Stu Katzen asks whether an event is about the budget or about the event.

That horrible elephant in the room. Sitting there, balefully staring at me and the client going “What Me?”

Boojay…as they say in the ads. Budget baby, budget!

I had a client come to me and tell me that they wanted me to create a truly memorable six star experience for 100 guests. I could “go to town”. Make it special and “create something that everyone there would remember”.

I asked for a budget… the answer… $10,000.

Dryly I replied “is that inclusive of GST?”

In an ideal world there would never be such a thing as budgets, but as we all know that is a fantasy. KPI, ROI and a dozen other acronyms all demand the same thing. Watch the bucks and make it count. I am however, a firm believer that while your budget can dictate certain things, it should not curtail your event. There are many ways to skin that ole budget cat.

Sometimes we get caught up in what we need to spend in order to make the event or the experience work and let’s face it, budget sure does help. But ultimately it is the concept and idea that should drive the event and therefore if something is too expensive, try try try again.

Now I do realise I have already used more that my fare share of platitudes and cheesy one liners in this article and we are not even halfway in, but the truth is, that sometimes the event should not be about the budget!

These days so many events are run from the accounting or finance department and I seem to spend a lot of time sitting with CFOs and financial controllers waiting for them to sign off on budgets and yes, even concepts!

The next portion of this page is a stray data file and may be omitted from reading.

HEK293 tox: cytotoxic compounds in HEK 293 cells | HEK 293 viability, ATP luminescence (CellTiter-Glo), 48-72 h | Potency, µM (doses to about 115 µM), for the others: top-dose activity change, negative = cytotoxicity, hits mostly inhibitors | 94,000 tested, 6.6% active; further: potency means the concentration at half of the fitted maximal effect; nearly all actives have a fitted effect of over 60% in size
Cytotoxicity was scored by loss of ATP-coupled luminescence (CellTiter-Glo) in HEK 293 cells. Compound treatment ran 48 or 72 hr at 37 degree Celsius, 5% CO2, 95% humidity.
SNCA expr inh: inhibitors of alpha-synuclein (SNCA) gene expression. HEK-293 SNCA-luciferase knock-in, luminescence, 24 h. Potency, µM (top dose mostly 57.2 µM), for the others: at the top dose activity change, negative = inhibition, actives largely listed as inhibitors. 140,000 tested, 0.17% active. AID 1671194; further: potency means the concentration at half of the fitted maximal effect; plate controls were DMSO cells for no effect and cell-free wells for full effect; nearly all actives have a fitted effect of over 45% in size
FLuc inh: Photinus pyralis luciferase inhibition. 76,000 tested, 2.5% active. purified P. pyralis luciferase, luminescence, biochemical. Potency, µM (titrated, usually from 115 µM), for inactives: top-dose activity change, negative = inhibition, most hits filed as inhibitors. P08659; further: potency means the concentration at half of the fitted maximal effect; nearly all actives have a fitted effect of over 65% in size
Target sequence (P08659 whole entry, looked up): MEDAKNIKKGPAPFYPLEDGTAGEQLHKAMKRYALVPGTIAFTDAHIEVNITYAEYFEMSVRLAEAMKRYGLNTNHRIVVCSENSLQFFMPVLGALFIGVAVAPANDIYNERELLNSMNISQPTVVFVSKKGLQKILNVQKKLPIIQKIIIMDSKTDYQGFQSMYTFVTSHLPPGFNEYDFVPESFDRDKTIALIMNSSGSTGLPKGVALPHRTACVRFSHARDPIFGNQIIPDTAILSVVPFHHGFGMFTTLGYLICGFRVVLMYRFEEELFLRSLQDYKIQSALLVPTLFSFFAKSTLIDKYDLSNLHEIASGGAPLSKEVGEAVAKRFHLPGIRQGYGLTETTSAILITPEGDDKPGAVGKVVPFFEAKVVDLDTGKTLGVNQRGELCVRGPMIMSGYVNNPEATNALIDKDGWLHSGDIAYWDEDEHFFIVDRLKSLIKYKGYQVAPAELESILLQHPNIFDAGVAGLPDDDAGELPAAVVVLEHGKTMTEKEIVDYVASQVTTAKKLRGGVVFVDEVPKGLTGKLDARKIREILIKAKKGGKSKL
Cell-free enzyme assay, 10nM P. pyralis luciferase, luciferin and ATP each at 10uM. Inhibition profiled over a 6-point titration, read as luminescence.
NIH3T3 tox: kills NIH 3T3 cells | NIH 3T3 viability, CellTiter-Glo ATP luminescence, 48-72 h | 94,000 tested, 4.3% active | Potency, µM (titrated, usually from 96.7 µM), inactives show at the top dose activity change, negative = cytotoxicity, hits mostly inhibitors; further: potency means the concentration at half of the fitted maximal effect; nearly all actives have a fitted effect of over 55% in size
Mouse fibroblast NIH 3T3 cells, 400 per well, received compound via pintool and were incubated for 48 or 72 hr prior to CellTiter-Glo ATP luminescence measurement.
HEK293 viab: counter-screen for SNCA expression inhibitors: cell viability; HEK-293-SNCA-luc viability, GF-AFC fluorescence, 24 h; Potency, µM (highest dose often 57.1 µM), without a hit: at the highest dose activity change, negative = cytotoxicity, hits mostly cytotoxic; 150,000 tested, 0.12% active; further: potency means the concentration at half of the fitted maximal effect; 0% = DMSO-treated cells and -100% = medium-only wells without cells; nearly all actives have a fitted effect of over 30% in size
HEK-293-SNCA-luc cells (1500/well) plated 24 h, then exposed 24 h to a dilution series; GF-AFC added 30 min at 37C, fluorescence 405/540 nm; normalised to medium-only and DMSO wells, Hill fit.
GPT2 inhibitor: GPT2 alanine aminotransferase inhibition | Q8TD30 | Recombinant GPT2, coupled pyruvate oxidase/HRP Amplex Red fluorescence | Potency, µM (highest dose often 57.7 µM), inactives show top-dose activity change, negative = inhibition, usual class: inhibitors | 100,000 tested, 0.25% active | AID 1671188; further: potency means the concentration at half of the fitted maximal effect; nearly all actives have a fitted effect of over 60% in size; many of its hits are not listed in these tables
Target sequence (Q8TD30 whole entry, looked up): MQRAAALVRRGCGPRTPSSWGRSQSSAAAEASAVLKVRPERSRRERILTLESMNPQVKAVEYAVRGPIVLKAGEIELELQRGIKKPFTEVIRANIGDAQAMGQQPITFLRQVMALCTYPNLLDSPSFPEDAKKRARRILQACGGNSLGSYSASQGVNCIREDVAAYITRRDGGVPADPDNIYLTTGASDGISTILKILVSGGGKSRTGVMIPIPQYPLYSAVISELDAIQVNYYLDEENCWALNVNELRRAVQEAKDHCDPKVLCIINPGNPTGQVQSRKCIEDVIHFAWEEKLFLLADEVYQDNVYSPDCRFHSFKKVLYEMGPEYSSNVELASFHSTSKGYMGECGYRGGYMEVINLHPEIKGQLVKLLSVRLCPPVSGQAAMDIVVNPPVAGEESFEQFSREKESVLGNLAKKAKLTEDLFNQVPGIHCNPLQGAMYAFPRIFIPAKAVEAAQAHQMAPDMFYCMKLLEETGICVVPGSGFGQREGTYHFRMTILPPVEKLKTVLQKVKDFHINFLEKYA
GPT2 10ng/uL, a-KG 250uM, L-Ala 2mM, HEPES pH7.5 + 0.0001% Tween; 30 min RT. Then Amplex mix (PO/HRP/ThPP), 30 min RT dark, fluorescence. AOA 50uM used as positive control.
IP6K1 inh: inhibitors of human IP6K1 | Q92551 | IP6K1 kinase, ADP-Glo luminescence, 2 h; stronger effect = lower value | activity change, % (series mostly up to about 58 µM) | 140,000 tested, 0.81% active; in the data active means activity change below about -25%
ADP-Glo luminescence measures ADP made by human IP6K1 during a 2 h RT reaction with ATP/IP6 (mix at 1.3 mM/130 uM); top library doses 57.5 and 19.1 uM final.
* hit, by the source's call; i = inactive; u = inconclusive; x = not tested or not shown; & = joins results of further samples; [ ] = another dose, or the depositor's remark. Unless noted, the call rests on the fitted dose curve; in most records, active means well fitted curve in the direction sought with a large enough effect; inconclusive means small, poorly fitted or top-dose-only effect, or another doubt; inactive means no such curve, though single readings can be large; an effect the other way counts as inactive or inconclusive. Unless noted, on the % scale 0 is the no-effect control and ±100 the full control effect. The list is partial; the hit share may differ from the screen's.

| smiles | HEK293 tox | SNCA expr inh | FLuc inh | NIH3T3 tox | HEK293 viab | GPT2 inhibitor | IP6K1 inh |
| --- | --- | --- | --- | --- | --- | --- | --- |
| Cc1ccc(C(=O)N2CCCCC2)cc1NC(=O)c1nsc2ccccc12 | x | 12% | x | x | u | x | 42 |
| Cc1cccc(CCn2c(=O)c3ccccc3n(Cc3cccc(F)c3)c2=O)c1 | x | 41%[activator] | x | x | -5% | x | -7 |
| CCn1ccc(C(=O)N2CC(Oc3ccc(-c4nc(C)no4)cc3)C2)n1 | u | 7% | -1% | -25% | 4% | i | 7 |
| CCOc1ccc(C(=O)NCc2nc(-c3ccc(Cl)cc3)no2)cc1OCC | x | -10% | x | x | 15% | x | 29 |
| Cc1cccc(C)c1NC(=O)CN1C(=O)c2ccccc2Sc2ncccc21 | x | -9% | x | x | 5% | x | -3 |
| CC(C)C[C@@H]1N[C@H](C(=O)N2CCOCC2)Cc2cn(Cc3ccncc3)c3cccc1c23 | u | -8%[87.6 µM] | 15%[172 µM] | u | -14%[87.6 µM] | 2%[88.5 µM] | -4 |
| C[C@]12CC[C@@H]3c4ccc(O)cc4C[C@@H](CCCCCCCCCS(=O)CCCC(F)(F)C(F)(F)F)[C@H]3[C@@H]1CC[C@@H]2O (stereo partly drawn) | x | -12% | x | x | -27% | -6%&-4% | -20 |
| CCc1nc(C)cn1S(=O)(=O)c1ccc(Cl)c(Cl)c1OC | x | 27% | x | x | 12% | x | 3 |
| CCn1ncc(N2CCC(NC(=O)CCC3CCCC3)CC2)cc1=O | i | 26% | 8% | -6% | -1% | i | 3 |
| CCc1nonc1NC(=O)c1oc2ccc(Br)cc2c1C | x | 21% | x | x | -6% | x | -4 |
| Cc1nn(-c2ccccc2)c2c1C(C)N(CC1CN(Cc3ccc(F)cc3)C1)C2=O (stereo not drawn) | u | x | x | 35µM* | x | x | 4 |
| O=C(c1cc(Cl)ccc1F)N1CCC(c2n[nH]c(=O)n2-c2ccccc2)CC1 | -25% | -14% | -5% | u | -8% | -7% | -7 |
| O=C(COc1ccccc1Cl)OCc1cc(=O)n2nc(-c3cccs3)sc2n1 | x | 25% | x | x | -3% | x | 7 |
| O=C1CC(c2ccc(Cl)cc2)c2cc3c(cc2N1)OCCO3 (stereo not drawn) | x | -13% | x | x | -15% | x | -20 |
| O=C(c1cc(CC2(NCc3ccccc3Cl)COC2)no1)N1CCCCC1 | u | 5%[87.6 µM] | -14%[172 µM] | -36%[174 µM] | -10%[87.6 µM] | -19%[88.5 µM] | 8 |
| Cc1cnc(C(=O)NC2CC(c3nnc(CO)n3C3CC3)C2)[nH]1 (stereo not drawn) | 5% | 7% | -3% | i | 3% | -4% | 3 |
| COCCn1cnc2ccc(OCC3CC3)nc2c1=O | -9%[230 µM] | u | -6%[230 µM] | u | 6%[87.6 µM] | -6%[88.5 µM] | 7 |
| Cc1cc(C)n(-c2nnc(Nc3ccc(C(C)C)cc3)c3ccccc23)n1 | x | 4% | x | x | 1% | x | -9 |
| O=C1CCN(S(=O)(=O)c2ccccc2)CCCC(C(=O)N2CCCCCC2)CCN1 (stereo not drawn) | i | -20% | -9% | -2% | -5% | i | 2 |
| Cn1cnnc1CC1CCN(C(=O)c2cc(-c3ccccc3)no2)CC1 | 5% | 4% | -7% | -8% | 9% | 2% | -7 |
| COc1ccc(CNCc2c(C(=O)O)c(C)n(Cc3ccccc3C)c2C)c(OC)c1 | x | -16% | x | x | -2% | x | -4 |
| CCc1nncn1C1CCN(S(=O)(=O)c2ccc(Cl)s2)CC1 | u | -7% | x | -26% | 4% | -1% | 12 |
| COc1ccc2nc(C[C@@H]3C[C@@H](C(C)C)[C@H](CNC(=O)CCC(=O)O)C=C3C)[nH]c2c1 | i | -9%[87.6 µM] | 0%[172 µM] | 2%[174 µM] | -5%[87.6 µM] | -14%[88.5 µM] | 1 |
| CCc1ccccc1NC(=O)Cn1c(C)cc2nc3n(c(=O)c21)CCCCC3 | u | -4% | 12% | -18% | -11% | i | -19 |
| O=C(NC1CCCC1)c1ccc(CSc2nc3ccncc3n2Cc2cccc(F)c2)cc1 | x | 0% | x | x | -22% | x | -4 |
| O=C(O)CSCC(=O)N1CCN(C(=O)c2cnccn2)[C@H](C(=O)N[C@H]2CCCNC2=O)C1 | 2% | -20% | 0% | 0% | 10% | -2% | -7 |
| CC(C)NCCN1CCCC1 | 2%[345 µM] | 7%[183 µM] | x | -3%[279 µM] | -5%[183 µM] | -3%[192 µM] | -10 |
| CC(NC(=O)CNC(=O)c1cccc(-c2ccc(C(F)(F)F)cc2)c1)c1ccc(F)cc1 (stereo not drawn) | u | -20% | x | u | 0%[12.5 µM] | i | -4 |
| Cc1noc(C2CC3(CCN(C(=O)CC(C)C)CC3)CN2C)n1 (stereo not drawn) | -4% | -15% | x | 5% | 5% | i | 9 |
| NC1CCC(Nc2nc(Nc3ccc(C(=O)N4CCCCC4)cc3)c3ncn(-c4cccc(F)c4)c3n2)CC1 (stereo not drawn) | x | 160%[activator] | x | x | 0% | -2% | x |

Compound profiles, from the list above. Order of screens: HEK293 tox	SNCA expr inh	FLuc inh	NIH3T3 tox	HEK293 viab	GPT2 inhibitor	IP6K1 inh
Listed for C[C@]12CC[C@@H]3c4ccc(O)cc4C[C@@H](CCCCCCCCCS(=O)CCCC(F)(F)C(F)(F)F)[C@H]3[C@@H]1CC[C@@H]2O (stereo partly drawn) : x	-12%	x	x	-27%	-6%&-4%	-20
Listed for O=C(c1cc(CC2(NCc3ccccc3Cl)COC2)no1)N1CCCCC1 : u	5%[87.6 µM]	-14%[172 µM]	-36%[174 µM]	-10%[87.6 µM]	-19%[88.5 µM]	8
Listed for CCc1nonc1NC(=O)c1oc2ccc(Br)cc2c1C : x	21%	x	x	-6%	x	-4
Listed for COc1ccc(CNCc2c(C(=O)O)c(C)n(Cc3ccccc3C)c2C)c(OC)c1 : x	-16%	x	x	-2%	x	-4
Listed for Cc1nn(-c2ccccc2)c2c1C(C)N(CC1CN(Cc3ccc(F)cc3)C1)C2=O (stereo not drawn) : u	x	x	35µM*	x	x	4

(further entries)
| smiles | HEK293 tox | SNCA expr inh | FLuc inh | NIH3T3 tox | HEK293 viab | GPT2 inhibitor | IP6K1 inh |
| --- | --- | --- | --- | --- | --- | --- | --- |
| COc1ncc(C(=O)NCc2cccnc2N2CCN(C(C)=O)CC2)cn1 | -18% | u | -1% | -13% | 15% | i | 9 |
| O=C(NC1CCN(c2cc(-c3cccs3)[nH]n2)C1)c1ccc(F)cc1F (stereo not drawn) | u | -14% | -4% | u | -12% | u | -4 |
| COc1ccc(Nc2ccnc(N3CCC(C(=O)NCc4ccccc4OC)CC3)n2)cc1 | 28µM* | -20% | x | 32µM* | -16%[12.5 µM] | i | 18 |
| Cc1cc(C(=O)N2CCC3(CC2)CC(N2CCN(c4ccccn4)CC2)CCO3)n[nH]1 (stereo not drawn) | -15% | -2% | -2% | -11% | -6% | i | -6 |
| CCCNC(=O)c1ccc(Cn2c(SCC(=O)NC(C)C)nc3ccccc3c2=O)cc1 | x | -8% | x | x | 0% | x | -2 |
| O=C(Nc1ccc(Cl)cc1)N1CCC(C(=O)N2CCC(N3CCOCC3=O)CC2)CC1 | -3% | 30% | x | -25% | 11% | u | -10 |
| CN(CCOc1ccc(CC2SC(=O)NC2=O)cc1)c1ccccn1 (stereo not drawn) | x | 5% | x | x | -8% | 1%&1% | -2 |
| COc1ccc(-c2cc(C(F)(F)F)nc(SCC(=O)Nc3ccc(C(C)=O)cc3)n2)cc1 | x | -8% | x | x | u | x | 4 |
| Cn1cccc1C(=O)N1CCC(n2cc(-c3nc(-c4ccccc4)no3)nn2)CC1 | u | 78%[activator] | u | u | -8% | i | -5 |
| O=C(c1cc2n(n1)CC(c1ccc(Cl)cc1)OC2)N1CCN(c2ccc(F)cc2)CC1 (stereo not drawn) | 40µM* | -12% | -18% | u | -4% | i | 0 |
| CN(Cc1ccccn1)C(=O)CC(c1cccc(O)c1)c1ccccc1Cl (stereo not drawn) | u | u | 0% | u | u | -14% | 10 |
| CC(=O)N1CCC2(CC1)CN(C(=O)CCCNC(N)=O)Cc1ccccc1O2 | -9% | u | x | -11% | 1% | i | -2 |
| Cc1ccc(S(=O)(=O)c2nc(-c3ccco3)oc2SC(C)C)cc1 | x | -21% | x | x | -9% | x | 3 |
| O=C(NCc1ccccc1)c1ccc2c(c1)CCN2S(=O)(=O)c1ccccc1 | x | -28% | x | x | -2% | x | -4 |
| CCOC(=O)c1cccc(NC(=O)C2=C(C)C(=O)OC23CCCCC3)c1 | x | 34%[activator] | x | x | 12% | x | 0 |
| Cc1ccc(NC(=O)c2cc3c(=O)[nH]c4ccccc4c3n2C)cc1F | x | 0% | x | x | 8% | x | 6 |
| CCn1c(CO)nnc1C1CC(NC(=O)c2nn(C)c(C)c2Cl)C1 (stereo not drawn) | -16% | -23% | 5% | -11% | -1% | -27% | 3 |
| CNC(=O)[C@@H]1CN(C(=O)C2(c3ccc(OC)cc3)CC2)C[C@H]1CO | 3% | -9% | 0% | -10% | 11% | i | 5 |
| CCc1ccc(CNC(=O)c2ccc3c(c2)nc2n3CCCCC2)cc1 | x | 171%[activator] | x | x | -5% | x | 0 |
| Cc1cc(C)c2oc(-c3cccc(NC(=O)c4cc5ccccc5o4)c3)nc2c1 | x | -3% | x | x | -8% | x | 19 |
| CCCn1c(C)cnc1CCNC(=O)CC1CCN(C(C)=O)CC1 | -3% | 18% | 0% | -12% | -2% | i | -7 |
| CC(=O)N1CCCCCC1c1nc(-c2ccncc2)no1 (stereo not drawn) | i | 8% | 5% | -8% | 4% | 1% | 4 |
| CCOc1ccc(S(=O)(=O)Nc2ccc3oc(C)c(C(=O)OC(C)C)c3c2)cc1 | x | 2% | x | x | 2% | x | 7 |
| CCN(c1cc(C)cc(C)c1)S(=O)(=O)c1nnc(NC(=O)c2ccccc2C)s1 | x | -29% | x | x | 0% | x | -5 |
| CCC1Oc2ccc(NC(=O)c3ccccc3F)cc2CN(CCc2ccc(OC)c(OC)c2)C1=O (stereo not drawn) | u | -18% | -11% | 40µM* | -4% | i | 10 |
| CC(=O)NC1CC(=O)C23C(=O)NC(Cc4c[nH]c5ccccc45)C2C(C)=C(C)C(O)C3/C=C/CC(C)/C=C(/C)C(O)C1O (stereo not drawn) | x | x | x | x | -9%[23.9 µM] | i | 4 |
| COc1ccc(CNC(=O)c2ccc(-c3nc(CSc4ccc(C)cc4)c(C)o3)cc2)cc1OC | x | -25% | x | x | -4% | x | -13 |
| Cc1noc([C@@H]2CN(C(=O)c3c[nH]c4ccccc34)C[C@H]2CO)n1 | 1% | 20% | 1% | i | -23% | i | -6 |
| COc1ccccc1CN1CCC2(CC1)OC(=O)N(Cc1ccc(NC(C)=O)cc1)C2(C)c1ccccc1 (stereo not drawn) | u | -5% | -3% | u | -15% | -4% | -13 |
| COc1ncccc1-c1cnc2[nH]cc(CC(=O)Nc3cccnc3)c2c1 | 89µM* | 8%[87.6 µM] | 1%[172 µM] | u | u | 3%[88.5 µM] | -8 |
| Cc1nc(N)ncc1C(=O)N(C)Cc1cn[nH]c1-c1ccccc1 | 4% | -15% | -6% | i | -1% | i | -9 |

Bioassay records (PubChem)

In a recent study, the outcome was that it is still events and experientials that have the biggest cut through and the most engagement and definitely more so than digital.

It is only events and experientials that have the ability to truly engage your market on a one to one basis; the ability to deliver definitive information to a captive and defined audience; and finally the ability to follow that up with a handshake, a drink and conversation about how cool the show was, or how amazing, funny, sad, explosive, or enlightening the shared piece of entertainment was and all done in real time. So why are corporates ploughing huge money into digital and social media at the expense of events? I had a client that hosted a regular event. Only three per cent of their customer base attended that event and they felt the event wasn’t getting enough traction and the money spent on the events could be better spent elsewhere.

What they chose to not understand was that the money they spent on that event created a group of dedicated, die hard, sold in, hard core, repeat brand ambassadors that attended every event and then went out and spread the word and kept the customer base growing.

Every cent spent on those events was worth it and the event was one of the major things that set that brand apart from others like it and kept it so dynamic. Budget and spend should never have played a part in the decision to move that spend into other areas.

Budgets are there to keep us creative types somewhat on the page, amongst other reasons. As an events agency, I am entrusted to work to a budget. A good agency will always advise their client if they think the client’s expectations are unrealistic, based on their budget. I always work with my clients to define what they can or cannot do with their budget as it stands. However, your budget is there to be spent, so as the client don’t be afraid to tell your creative agency what you plan to spend. So much better then expecting them to guess.

I will never forget years ago, sitting in on a creative meeting with a creative agency and their client. The agency was tearing their hair out as the client refused to give them a budget and stated that as a creative agency it was the agency’s job to come up with an idea that worked, yet each idea and budget was shot down in flames as either too expensive, or not right, or both. When the agency finally asked the client to “please tell them what they wanted and what their budget was” the client response was “that is your job to work out”.

The learning from this is, don’t work with that client, but also: spend what you need to make what you need happen and happen well. Don’t skimp and don’t go too crazy. You don’t have to spend a million to create a good event, but don’t try and push that proverbial elephant into a thimble.

All that will happen is you will hurt the elephant and break the thimble.